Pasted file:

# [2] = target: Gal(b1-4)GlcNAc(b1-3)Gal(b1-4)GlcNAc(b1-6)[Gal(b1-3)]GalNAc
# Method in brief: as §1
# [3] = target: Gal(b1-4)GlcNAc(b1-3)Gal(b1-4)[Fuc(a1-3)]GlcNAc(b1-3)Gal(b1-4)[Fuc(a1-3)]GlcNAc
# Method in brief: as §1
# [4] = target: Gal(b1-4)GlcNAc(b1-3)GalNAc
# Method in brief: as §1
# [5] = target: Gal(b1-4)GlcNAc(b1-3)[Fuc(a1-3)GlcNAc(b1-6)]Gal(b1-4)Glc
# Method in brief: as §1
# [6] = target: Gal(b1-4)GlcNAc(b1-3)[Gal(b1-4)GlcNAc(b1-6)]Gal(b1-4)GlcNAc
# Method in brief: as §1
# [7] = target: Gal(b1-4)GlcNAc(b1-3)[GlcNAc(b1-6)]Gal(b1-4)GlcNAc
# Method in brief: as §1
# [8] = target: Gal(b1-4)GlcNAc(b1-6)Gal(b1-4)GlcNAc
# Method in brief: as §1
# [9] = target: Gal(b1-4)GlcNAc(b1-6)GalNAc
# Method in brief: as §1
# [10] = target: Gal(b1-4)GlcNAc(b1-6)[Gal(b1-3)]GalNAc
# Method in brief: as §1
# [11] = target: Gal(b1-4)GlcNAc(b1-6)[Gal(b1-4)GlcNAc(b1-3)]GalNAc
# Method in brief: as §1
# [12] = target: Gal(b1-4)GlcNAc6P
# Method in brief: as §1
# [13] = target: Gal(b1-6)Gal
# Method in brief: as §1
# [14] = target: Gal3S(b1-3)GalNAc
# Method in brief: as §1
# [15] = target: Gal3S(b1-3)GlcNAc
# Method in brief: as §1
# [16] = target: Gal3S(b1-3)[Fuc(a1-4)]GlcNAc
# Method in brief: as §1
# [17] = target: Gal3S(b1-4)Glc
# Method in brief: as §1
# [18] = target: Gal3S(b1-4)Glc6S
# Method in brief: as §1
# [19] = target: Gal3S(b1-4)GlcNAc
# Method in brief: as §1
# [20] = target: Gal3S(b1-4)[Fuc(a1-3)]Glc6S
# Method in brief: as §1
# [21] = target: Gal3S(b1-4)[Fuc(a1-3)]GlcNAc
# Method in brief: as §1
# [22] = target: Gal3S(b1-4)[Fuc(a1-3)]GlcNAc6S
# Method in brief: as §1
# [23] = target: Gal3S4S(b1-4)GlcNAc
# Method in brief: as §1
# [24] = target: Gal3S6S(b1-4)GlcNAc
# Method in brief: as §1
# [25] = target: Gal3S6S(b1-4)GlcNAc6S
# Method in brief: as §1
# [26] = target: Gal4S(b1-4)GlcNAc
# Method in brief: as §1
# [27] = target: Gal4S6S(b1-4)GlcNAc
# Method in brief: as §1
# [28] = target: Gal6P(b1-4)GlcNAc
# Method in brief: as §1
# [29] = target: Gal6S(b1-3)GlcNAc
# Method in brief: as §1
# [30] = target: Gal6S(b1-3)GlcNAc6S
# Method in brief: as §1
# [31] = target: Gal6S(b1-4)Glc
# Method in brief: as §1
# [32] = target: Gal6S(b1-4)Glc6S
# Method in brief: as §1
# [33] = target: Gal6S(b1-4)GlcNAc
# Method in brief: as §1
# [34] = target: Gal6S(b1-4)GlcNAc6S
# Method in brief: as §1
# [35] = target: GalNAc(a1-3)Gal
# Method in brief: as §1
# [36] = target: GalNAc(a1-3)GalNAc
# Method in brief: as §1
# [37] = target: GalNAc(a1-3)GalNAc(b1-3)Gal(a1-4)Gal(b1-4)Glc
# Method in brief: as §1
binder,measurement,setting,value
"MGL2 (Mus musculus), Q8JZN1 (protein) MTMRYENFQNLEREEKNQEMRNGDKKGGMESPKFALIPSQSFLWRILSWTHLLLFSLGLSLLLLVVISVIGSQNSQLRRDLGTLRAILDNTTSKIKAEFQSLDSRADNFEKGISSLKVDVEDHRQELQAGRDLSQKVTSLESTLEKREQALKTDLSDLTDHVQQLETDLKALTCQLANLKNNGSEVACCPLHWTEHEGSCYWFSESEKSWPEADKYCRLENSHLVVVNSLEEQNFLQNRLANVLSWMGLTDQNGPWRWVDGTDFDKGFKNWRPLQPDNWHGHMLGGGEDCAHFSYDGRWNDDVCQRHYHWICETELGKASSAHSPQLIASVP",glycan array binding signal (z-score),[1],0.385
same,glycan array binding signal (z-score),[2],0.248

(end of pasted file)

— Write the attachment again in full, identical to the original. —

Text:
# [2] = target: Gal(b1-4)GlcNAc(b1-3)Gal(b1-4)GlcNAc(b1-6)[Gal(b1-3)]GalNAc
# Method in brief: as §1
# [3] = target: Gal(b1-4)GlcNAc(b1-3)Gal(b1-4)[Fuc(a1-3)]GlcNAc(b1-3)Gal(b1-4)[Fuc(a1-3)]GlcNAc
# Method in brief: as §1
# [4] = target: Gal(b1-4)GlcNAc(b1-3)GalNAc
# Method in brief: as §1
# [5] = target: Gal(b1-4)GlcNAc(b1-3)[Fuc(a1-3)GlcNAc(b1-6)]Gal(b1-4)Glc
# Method in brief: as §1
# [6] = target: Gal(b1-4)GlcNAc(b1-3)[Gal(b1-4)GlcNAc(b1-6)]Gal(b1-4)GlcNAc
# Method in brief: as §1
# [7] = target: Gal(b1-4)GlcNAc(b1-3)[GlcNAc(b1-6)]Gal(b1-4)GlcNAc
# Method in brief: as §1
# [8] = target: Gal(b1-4)GlcNAc(b1-6)Gal(b1-4)GlcNAc
# Method in brief: as §1
# [9] = target: Gal(b1-4)GlcNAc(b1-6)GalNAc
# Method in brief: as §1
# [10] = target: Gal(b1-4)GlcNAc(b1-6)[Gal(b1-3)]GalNAc
# Method in brief: as §1
# [11] = target: Gal(b1-4)GlcNAc(b1-6)[Gal(b1-4)GlcNAc(b1-3)]GalNAc
# Method in brief: as §1
# [12] = target: Gal(b1-4)GlcNAc6P
# Method in brief: as §1
# [13] = target: Gal(b1-6)Gal
# Method in brief: as §1
# [14] = target: Gal3S(b1-3)GalNAc
# Method in brief: as §1
# [15] = target: Gal3S(b1-3)GlcNAc
# Method in brief: as §1
# [16] = target: Gal3S(b1-3)[Fuc(a1-4)]GlcNAc
# Method in brief: as §1
# [17] = target: Gal3S(b1-4)Glc
# Method in brief: as §1
# [18] = target: Gal3S(b1-4)Glc6S
# Method in brief: as §1
# [19] = target: Gal3S(b1-4)GlcNAc
# Method in brief: as §1
# [20] = target: Gal3S(b1-4)[Fuc(a1-3)]Glc6S
# Method in brief: as §1
# [21] = target: Gal3S(b1-4)[Fuc(a1-3)]GlcNAc
# Method in brief: as §1
# [22] = target: Gal3S(b1-4)[Fuc(a1-3)]GlcNAc6S
# Method in brief: as §1
# [23] = target: Gal3S4S(b1-4)GlcNAc
# Method in brief: as §1
# [24] = target: Gal3S6S(b1-4)GlcNAc
# Method in brief: as §1
# [25] = target: Gal3S6S(b1-4)GlcNAc6S
# Method in brief: as §1
# [26] = target: Gal4S(b1-4)GlcNAc
# Method in brief: as §1
# [27] = target: Gal4S6S(b1-4)GlcNAc
# Method in brief: as §1
# [28] = target: Gal6P(b1-4)GlcNAc
# Method in brief: as §1
# [29] = target: Gal6S(b1-3)GlcNAc
# Method in brief: as §1
# [30] = target: Gal6S(b1-3)GlcNAc6S
# Method in brief: as §1
# [31] = target: Gal6S(b1-4)Glc
# Method in brief: as §1
# [32] = target: Gal6S(b1-4)Glc6S
# Method in brief: as §1
# [33] = target: Gal6S(b1-4)GlcNAc
# Method in brief: as §1
# [34] = target: Gal6S(b1-4)GlcNAc6S
# Method in brief: as §1
# [35] = target: GalNAc(a1-3)Gal
# Method in brief: as §1
# [36] = target: GalNAc(a1-3)GalNAc
# Method in brief: as §1
# [37] = target: GalNAc(a1-3)GalNAc(b1-3)Gal(a1-4)Gal(b1-4)Glc
# Method in brief: as §1
binder,measurement,setting,value
"MGL2 (Mus musculus), Q8JZN1 (protein) MTMRYENFQNLEREEKNQEMRNGDKKGGMESPKFALIPSQSFLWRILSWTHLLLFSLGLSLLLLVVISVIGSQNSQLRRDLGTLRAILDNTTSKIKAEFQSLDSRADNFEKGISSLKVDVEDHRQELQAGRDLSQKVTSLESTLEKREQALKTDLSDLTDHVQQLETDLKALTCQLANLKNNGSEVACCPLHWTEHEGSCYWFSESEKSWPEADKYCRLENSHLVVVNSLEEQNFLQNRLANVLSWMGLTDQNGPWRWVDGTDFDKGFKNWRPLQPDNWHGHMLGGGEDCAHFSYDGRWNDDVCQRHYHWICETELGKASSAHSPQLIASVP",glycan array binding signal (z-score),[1],0.385
same,glycan array binding signal (z-score),[2],0.248